As the background noise caused by the stray light is included in the Thomson scattering signal measured by the diagnosis apparatus using Thomson scattering in the related art, there is a problem in that the accuracy of the measured Thompson scattering signal is lowered.

SUMMARY OF THE INVENTION

Technical Problem

In order to solve the problems described above, the present invention is to provide a plasma diagnosis system using a multiple-reciprocating-path Thompson scattering system capable of measuring an accurate Thomson scattering signal from which a background scattering noise signal is removed by using an optical system.

Solution to Problems

According to an aspect of the present invention, there is provided a plasma diagnosis system using Thomson scattering, including: a light source which supplies pulsed laser beams having predetermined polarization and wavelength; an optical system which sequentially supplies a pulsed laser beam in a vertical polarization state and a pulsed laser beam in a horizontal polarization state by using the pulsed laser beams supplied from the light source; a collection optic system which measures a first collection signal scattered from the plasma when the pulsed laser beam in the vertical polarization state supplied from the optical system is focused and measures a second collection signal scattered from the plasma when the pulsed laser beam in the horizontal polarization state supplied from the optical system is focused; and a controller which measures a Thomson scattering signal for the plasma by using the first and second collection signals measured by the collection optic system, wherein the first collection signal is a signal in which a Thomson scattering signal and a background scattering noise signal are mixed, and the second collection signal is a background scattering noise signal.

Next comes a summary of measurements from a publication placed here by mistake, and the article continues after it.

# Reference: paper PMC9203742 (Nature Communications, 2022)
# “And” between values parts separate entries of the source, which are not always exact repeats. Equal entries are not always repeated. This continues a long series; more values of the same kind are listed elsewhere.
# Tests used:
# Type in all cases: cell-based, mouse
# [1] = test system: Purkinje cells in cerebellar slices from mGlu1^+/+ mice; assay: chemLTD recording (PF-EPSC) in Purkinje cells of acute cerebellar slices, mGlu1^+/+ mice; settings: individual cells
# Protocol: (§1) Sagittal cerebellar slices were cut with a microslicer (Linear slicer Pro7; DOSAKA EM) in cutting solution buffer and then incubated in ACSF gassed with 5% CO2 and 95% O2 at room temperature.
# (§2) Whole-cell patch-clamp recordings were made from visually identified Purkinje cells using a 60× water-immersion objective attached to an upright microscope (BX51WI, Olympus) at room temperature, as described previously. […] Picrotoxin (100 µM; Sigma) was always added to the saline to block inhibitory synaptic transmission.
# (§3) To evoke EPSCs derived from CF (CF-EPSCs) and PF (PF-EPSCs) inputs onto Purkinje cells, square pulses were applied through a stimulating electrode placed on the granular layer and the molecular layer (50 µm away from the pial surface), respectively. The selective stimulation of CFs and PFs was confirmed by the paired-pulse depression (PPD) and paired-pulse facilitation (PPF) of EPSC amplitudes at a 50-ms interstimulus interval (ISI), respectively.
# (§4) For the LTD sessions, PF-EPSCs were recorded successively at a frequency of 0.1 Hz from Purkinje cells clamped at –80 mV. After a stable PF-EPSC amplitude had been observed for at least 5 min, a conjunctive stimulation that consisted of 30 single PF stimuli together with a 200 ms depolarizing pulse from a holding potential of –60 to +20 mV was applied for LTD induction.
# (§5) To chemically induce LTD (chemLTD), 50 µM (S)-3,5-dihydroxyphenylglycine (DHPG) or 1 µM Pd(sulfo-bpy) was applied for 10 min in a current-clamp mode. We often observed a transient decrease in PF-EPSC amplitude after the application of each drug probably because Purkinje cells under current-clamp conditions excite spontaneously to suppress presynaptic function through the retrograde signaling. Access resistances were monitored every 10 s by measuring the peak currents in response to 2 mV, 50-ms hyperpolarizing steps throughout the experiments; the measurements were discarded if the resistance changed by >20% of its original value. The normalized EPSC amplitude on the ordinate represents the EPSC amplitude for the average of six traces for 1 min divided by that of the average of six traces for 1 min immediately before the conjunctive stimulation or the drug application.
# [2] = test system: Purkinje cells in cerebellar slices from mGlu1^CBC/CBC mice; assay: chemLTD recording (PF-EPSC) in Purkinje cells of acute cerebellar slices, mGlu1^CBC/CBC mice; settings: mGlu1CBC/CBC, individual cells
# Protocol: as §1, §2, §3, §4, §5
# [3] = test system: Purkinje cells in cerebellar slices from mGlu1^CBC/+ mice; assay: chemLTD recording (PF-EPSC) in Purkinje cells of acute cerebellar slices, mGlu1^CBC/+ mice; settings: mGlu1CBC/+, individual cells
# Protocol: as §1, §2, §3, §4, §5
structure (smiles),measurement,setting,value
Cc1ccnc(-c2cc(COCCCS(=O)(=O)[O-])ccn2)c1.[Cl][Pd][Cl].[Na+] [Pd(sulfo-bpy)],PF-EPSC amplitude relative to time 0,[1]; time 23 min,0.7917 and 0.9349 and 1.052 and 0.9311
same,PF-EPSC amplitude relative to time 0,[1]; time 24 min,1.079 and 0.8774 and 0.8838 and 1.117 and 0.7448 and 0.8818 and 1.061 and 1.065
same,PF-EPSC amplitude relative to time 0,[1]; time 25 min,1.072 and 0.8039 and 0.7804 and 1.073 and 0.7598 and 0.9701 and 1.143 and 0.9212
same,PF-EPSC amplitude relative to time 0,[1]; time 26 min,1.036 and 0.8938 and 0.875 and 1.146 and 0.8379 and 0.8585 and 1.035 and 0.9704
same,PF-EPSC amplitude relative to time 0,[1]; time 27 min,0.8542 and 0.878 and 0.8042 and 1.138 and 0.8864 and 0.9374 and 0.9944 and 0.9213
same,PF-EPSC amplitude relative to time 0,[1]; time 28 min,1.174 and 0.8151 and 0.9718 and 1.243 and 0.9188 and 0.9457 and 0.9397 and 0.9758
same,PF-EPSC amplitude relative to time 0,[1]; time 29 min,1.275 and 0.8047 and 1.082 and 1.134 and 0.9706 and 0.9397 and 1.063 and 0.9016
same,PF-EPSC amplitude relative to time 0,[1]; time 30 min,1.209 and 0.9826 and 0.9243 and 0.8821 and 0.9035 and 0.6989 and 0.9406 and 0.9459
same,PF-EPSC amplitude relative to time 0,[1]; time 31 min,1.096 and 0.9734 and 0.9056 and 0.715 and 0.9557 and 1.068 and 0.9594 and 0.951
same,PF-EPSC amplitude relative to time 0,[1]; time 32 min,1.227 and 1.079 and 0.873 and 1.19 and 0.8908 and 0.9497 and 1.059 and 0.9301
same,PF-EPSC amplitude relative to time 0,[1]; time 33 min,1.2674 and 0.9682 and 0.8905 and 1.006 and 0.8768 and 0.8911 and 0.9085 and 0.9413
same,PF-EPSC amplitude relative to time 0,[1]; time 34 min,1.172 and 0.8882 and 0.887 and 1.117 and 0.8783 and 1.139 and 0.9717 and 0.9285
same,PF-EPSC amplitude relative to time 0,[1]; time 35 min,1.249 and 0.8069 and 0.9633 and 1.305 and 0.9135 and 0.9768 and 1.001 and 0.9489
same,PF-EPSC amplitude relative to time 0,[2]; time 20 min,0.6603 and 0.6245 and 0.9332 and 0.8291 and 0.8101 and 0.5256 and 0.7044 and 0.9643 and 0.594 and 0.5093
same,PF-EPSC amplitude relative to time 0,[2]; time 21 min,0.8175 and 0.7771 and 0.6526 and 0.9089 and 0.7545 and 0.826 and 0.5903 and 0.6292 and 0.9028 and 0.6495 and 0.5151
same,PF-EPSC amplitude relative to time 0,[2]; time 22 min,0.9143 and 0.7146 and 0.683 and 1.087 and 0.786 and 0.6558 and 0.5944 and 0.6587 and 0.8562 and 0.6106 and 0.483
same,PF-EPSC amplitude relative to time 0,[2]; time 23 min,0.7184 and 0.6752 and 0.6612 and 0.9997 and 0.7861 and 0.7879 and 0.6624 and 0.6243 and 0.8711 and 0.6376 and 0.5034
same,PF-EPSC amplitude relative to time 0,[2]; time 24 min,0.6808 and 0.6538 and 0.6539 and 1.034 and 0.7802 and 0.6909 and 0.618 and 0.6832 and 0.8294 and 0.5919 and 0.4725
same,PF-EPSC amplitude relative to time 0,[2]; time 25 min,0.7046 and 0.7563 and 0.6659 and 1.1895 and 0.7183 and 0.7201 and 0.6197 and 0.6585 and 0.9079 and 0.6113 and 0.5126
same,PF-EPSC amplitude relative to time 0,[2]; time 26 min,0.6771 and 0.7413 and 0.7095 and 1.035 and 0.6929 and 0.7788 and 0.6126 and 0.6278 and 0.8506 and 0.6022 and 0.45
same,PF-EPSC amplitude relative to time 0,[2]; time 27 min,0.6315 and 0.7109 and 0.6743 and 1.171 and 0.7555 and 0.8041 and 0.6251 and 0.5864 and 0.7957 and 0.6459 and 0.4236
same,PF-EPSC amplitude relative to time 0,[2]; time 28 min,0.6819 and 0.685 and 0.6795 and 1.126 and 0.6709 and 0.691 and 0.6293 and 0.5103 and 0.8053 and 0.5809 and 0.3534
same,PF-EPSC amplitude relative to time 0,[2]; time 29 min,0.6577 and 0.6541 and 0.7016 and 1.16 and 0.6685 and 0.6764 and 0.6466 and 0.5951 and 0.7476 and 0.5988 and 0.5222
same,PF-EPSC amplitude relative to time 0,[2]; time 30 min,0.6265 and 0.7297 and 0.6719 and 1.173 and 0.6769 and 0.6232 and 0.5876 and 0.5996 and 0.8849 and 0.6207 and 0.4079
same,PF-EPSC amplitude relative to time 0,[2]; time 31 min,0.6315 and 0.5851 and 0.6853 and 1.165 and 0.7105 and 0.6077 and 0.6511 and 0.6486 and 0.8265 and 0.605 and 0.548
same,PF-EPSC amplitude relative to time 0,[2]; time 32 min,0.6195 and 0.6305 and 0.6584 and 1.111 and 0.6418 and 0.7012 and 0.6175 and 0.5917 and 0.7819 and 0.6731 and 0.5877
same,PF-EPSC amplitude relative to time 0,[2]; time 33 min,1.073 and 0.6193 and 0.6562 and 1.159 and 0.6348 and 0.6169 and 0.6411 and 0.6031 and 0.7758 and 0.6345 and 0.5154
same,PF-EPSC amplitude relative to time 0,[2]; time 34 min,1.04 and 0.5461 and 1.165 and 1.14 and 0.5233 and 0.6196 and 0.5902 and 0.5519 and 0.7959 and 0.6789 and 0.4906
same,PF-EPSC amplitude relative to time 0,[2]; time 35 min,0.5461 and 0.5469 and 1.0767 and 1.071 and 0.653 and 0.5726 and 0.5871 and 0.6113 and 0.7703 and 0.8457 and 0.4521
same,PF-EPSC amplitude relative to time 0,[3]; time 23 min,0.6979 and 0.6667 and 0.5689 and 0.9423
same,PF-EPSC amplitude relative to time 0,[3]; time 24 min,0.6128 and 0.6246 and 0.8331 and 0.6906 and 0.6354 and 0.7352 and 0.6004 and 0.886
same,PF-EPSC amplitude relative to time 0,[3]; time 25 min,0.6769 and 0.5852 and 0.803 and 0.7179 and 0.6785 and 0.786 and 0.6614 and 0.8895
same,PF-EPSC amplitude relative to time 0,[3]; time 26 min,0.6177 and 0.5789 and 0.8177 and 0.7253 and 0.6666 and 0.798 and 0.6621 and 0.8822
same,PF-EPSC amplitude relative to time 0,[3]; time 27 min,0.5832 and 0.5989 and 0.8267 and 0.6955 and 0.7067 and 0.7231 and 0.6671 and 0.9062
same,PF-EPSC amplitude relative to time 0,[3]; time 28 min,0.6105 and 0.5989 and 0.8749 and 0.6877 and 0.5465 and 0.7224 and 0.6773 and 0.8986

Preferably, in the plasma diagnosis system using Thomson scattering according to the above aspect, the optical system may include: a polarizing beam splitter which is disposed on an optical path of the pulsed laser beam supplied from the light source; a first reflecting mirror which supplies the pulsed laser beams reflected from the polarizing beam splitter back to the polarizing beam splitter; a Faraday rotator which is disposed on the optical path of the pulsed laser beam passing through the polarizing beam splitter and rotates the polarization state by 45 degrees and outputs the pulsed laser beam; a focusing lens which focuses the pulsed laser beam supplied from the Faraday rotator on the plasma; and a second reflecting mirror which reflects and supplies the focused pulsed laser beam back to the focusing lens, and the pulsed laser beam in the vertical polarization state and the pulsed laser beam in the horizontal polarization state may be sequentially supplied to the plasma.